In the 21st century, how does one understand a Talmudic statement praising a man for “restricting his eyes” when he has no choice but “to go to a place where there will be immodest women” (Baba Batra 57b)? (Click here to learn about modest dress in Judaism.) The Talmud isn’t being “sexist” and it isn’t belittling women…it is presenting one path of living a “holy” lifestyle.
Throughout the Torah, God commands the Israelites to sanctify themselves and to be a holy nation. The role that God wishes the Jewish people to assume in the world is that of a “kingdom of priests” (Exodus 19:6).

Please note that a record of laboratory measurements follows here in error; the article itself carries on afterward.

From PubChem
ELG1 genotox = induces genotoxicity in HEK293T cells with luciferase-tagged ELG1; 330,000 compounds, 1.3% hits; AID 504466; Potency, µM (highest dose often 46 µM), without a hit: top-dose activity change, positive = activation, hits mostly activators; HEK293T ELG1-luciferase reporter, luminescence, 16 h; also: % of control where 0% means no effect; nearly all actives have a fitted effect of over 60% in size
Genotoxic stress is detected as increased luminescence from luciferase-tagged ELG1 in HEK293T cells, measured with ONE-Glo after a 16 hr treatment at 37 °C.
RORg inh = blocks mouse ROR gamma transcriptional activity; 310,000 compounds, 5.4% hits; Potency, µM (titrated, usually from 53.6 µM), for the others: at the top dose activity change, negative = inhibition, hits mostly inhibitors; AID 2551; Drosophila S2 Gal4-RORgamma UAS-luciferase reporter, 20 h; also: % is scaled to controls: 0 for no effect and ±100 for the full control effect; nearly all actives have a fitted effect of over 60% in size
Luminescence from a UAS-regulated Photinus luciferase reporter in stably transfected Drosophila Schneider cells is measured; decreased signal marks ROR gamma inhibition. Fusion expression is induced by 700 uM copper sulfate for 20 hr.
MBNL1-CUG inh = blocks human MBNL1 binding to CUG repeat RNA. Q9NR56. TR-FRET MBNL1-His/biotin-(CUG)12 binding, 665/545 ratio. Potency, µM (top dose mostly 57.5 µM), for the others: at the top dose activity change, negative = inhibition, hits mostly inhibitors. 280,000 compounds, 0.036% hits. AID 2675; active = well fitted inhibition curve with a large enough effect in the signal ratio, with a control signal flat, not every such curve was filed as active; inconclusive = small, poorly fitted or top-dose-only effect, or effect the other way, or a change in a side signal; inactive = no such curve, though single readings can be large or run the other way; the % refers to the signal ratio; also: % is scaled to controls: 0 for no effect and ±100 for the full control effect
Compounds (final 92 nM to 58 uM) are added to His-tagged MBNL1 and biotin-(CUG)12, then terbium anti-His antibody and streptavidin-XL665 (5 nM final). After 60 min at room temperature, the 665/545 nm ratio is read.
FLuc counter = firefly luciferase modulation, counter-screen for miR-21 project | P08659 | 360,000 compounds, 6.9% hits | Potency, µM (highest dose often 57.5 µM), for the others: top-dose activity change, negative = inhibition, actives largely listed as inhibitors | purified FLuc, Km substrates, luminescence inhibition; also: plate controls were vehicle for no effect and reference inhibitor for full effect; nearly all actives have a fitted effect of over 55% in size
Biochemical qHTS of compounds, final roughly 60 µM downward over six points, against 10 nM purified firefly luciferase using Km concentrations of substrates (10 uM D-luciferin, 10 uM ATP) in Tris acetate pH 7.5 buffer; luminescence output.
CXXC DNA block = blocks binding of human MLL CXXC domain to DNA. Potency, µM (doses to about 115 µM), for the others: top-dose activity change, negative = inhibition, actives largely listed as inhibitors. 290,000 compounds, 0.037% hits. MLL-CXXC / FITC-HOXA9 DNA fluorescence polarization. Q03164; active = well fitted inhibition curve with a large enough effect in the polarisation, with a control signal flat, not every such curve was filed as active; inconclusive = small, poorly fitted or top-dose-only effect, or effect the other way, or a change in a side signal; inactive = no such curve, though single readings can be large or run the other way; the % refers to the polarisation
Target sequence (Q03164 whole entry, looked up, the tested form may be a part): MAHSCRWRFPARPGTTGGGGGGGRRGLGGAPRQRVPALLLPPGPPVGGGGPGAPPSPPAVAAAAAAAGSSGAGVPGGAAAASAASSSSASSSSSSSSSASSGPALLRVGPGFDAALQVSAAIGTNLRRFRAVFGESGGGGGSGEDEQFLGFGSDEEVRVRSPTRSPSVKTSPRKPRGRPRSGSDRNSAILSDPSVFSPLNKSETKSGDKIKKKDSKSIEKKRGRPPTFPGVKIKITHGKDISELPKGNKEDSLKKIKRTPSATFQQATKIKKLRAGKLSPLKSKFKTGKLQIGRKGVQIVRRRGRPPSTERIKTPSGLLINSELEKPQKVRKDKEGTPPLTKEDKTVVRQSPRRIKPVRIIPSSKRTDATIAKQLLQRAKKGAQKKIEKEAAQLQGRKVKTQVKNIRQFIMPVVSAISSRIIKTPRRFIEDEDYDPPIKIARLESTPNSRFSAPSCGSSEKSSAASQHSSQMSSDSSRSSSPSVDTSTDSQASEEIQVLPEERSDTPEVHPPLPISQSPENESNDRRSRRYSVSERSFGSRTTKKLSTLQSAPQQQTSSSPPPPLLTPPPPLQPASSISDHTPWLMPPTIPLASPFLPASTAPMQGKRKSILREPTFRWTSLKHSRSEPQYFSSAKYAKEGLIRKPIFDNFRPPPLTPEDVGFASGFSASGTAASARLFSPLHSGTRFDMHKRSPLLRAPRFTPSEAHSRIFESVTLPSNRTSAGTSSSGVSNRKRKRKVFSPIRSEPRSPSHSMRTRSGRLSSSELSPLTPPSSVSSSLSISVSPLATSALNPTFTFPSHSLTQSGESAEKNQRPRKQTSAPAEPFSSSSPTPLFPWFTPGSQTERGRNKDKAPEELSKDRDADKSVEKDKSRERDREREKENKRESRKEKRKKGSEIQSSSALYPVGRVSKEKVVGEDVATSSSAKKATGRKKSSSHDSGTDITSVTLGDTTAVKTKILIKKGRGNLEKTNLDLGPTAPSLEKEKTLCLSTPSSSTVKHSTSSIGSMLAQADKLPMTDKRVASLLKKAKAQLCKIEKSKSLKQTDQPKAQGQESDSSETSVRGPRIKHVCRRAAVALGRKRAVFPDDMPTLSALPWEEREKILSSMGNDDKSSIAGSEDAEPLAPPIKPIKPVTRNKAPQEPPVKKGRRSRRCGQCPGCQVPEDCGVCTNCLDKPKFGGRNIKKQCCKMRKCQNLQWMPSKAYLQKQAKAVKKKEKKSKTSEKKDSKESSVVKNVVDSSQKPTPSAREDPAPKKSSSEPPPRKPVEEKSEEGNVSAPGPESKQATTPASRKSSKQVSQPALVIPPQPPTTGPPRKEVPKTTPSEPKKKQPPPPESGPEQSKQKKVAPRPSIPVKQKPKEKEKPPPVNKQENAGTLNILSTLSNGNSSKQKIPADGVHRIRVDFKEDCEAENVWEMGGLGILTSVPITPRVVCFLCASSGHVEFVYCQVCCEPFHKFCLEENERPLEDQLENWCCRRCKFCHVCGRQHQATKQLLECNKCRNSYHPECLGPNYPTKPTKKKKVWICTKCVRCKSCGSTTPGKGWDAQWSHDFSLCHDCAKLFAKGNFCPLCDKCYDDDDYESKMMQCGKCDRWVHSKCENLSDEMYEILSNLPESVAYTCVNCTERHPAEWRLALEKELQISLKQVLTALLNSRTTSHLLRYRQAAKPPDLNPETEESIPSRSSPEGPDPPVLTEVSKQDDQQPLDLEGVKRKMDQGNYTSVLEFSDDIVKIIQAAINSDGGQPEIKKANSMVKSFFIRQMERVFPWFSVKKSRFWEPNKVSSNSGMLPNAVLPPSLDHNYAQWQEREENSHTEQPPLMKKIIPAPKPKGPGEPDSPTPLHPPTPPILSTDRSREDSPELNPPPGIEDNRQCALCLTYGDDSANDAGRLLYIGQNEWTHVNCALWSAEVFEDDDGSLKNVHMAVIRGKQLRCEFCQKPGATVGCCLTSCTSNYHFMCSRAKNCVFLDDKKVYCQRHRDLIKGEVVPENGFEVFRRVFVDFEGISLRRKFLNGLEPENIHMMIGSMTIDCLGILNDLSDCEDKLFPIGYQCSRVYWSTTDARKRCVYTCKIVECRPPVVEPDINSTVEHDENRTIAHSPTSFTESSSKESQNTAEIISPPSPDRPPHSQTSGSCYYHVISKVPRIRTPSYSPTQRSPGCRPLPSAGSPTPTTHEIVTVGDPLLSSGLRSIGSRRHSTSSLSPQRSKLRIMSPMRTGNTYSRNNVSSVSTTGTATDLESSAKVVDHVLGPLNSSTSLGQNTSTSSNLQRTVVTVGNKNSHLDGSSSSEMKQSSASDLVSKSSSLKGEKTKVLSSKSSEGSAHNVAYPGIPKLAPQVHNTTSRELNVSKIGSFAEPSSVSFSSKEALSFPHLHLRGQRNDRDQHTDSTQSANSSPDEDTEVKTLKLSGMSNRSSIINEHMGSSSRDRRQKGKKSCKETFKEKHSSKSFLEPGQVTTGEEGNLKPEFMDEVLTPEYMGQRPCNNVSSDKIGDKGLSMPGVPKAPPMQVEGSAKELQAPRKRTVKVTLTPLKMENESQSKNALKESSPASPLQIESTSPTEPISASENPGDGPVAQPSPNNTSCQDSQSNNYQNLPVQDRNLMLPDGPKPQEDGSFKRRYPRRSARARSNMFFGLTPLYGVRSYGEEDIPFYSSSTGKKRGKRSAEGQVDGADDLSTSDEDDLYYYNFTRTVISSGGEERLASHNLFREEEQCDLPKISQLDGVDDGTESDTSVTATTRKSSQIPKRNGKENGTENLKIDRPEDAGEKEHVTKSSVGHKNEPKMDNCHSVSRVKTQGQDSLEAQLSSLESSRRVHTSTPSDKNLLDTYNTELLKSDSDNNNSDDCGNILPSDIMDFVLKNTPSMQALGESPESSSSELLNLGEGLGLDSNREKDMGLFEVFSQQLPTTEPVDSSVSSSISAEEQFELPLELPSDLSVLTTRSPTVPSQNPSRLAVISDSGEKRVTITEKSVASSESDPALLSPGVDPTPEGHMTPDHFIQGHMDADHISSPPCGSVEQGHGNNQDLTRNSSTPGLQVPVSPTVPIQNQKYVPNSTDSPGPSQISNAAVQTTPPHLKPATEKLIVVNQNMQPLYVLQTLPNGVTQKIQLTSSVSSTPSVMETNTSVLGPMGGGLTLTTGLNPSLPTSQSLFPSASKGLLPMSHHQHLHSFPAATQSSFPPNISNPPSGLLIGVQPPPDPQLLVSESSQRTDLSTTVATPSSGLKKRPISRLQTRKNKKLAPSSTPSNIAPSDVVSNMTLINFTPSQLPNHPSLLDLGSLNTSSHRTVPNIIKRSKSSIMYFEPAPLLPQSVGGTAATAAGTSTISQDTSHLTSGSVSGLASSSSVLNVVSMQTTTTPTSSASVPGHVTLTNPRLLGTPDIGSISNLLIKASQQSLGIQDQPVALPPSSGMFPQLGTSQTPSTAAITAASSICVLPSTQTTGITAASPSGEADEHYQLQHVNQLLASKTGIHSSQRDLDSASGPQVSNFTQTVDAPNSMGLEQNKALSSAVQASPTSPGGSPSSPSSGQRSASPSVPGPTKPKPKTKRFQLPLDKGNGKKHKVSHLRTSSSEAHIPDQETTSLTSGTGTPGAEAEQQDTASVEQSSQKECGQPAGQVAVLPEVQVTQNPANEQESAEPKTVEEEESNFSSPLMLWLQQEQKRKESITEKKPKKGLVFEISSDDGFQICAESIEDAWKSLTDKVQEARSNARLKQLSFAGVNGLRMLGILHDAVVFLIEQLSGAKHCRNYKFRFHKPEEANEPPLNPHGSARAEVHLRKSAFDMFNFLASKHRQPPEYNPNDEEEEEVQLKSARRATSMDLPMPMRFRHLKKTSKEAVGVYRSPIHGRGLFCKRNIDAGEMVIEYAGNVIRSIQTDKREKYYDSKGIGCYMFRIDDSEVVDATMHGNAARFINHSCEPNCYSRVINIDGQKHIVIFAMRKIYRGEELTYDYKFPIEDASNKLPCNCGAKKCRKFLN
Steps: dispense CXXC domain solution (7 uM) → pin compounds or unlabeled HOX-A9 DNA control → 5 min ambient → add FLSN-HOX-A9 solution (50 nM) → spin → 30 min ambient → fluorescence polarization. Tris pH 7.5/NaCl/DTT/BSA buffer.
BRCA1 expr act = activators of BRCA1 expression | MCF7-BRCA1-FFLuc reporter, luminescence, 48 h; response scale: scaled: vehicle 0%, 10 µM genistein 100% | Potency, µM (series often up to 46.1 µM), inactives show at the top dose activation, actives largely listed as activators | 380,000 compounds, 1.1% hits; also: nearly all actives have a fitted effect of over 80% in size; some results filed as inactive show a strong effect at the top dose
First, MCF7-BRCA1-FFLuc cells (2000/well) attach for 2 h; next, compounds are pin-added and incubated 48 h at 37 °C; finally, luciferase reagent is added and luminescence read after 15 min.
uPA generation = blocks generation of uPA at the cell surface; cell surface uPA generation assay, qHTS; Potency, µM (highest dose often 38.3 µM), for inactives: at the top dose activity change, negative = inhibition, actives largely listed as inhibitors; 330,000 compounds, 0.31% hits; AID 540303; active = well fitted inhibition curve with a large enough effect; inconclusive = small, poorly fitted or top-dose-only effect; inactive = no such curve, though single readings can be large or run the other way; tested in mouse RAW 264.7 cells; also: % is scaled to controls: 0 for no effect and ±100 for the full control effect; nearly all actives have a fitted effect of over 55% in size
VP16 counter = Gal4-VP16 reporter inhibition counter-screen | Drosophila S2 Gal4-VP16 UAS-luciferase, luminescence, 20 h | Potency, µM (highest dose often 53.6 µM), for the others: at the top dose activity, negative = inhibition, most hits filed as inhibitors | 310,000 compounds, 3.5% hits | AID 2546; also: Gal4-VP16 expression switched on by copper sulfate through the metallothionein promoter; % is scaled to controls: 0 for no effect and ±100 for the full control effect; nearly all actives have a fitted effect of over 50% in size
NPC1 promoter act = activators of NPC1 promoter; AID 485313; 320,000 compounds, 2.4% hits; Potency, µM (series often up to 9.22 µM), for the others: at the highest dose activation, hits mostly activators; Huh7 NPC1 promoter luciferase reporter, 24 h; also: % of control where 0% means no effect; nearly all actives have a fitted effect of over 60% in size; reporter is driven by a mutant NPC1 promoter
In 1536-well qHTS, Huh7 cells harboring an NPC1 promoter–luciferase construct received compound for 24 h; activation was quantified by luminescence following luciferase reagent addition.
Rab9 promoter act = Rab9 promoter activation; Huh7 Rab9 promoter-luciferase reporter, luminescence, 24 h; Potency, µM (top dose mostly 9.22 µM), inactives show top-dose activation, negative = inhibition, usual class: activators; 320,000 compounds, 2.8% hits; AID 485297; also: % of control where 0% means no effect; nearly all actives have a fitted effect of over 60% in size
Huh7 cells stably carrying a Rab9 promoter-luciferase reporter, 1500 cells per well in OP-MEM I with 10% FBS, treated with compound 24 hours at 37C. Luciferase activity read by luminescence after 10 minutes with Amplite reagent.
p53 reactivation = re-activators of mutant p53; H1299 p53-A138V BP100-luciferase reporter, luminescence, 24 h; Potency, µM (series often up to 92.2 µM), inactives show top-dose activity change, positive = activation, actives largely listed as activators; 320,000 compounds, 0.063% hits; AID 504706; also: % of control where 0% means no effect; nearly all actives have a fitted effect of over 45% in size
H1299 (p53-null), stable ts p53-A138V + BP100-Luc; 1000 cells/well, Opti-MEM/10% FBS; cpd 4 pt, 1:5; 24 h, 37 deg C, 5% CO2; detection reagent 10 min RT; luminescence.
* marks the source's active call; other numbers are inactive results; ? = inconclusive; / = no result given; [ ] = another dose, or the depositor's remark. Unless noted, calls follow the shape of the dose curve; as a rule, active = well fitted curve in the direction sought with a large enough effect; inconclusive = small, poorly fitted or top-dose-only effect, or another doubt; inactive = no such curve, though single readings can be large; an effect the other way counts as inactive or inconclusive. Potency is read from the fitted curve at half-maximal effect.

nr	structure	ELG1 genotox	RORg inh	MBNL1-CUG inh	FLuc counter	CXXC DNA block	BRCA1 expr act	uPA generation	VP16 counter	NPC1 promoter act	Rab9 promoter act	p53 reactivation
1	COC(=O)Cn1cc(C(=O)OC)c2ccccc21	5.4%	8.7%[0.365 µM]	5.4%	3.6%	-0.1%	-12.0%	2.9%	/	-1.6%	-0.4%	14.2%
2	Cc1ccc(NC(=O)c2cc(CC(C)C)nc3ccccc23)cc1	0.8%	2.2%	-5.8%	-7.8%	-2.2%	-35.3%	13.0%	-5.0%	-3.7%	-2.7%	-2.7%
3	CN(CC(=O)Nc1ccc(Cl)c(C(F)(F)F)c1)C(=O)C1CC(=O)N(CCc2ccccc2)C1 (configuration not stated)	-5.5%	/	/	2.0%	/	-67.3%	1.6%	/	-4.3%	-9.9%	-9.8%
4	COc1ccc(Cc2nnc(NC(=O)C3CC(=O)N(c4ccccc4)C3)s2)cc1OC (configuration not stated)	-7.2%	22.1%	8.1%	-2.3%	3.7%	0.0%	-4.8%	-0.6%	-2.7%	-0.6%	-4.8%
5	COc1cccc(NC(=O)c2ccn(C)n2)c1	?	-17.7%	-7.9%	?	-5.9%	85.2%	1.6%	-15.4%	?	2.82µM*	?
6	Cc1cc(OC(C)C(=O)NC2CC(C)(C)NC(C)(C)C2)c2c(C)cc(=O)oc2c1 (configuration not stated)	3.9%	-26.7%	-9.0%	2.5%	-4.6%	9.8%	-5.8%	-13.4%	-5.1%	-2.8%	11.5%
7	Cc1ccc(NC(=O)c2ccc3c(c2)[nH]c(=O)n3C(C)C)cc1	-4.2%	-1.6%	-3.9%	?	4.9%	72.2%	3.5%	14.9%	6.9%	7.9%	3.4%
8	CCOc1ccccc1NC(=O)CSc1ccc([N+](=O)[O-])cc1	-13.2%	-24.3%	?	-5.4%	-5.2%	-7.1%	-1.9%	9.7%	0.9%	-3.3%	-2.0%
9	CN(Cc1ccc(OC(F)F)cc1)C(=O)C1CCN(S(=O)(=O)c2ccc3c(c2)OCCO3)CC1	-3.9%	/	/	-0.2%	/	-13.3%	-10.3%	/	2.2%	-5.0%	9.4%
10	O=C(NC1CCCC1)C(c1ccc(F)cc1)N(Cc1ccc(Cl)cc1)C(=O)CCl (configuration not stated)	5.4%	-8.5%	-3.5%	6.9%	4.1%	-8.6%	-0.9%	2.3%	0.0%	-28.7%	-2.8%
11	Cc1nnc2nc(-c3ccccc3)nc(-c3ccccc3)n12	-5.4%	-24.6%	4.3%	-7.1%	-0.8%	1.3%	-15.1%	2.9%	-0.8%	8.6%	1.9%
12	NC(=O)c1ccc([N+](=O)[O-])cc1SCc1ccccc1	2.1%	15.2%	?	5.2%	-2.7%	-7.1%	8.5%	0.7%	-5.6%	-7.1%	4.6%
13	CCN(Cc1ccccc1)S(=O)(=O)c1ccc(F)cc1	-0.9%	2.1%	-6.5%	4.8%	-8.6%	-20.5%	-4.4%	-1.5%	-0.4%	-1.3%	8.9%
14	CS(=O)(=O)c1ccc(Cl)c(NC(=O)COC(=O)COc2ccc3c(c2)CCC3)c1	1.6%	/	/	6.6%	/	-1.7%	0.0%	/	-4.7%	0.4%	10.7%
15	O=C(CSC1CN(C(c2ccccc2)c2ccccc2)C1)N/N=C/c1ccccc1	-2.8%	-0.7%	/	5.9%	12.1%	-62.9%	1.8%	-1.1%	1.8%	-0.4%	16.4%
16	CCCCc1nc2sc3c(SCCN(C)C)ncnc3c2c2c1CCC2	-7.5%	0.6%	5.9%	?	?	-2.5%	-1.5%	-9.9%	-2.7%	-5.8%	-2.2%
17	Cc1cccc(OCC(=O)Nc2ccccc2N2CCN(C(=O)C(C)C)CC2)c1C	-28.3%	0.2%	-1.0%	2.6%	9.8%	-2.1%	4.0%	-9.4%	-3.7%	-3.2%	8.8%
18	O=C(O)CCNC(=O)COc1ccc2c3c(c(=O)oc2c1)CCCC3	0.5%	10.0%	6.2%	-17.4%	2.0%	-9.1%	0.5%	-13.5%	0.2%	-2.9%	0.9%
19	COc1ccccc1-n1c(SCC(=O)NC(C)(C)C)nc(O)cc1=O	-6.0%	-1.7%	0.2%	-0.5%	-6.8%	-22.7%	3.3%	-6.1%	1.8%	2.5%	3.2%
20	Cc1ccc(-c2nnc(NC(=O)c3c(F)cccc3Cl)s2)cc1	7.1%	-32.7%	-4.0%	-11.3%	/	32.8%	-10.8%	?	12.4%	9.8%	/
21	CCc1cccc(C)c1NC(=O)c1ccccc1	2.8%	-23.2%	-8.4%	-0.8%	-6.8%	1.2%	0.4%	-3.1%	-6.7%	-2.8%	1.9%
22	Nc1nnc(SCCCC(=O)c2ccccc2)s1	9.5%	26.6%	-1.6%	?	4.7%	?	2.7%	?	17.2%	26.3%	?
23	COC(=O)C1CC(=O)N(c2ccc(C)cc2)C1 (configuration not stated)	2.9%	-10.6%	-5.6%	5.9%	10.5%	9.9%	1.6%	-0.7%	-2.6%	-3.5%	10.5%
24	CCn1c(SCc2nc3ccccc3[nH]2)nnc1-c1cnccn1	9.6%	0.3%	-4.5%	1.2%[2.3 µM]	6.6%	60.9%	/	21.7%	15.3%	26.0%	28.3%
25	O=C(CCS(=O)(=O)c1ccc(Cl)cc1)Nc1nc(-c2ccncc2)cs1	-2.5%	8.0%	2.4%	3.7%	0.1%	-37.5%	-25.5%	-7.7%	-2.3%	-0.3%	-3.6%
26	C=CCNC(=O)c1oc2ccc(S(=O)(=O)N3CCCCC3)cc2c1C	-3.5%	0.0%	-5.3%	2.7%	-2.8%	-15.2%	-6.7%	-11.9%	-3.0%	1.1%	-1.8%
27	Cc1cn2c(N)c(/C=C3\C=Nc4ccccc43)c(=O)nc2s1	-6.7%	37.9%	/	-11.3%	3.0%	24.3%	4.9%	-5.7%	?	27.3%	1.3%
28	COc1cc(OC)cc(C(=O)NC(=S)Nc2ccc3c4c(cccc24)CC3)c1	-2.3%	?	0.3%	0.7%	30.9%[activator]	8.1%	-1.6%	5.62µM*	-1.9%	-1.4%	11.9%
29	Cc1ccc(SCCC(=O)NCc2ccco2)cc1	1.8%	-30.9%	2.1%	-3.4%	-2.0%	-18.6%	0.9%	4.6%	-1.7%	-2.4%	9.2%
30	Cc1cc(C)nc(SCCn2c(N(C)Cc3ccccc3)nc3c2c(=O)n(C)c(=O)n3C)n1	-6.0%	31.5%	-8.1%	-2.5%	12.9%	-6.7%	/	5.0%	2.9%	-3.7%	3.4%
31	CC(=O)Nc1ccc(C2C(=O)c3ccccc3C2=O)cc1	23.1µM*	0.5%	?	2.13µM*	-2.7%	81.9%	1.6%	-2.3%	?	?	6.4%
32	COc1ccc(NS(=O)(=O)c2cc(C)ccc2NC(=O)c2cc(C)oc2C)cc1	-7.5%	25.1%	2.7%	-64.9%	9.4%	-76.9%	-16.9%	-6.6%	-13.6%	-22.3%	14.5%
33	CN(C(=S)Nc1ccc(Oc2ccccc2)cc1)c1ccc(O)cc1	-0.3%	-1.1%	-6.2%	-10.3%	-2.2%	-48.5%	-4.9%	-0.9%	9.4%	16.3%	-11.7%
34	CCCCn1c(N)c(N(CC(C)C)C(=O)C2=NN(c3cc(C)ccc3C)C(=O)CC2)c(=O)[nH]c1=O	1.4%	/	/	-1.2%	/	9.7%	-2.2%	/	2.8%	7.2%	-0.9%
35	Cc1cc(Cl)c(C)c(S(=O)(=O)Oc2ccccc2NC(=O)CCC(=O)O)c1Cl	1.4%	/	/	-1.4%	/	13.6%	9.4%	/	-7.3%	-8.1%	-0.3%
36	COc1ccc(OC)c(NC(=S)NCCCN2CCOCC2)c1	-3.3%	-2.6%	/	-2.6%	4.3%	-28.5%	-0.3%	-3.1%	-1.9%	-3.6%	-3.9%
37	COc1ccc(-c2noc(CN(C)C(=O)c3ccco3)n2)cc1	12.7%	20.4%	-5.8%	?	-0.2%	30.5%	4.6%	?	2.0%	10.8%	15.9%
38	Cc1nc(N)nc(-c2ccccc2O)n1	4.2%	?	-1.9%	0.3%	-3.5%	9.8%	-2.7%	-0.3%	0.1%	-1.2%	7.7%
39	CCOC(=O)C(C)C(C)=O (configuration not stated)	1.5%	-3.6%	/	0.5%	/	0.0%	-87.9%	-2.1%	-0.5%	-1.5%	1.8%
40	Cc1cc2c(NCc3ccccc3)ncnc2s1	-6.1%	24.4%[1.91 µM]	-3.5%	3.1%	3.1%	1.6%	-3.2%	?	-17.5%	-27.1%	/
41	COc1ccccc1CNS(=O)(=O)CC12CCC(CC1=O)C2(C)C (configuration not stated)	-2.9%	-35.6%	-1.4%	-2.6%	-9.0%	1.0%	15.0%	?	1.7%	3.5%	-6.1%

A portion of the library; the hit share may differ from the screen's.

Let’s face it, being holy isn’t an easy task. To be holy is to be sanctified, and sanctified is defined as something set apart for a special purpose. The Torah was given to the Jewish people as a guideline for how to live a holy life. Still, even from the very beginning, people had different opinions on how to fulfill the spirit of the commandment to be holy.
The dilemma continues today, and, in many ways, it is far more contentious than it was in the past, as societal norms have changed drastically in the last 100 years (e.g. modest dress or wearing a hat for both men and women).
Some segments of the Jewish people believe that the only way to deal with the modern world is to isolate themselves from society. Others strive to live a Torah lifestyle that incorporates the modern world.
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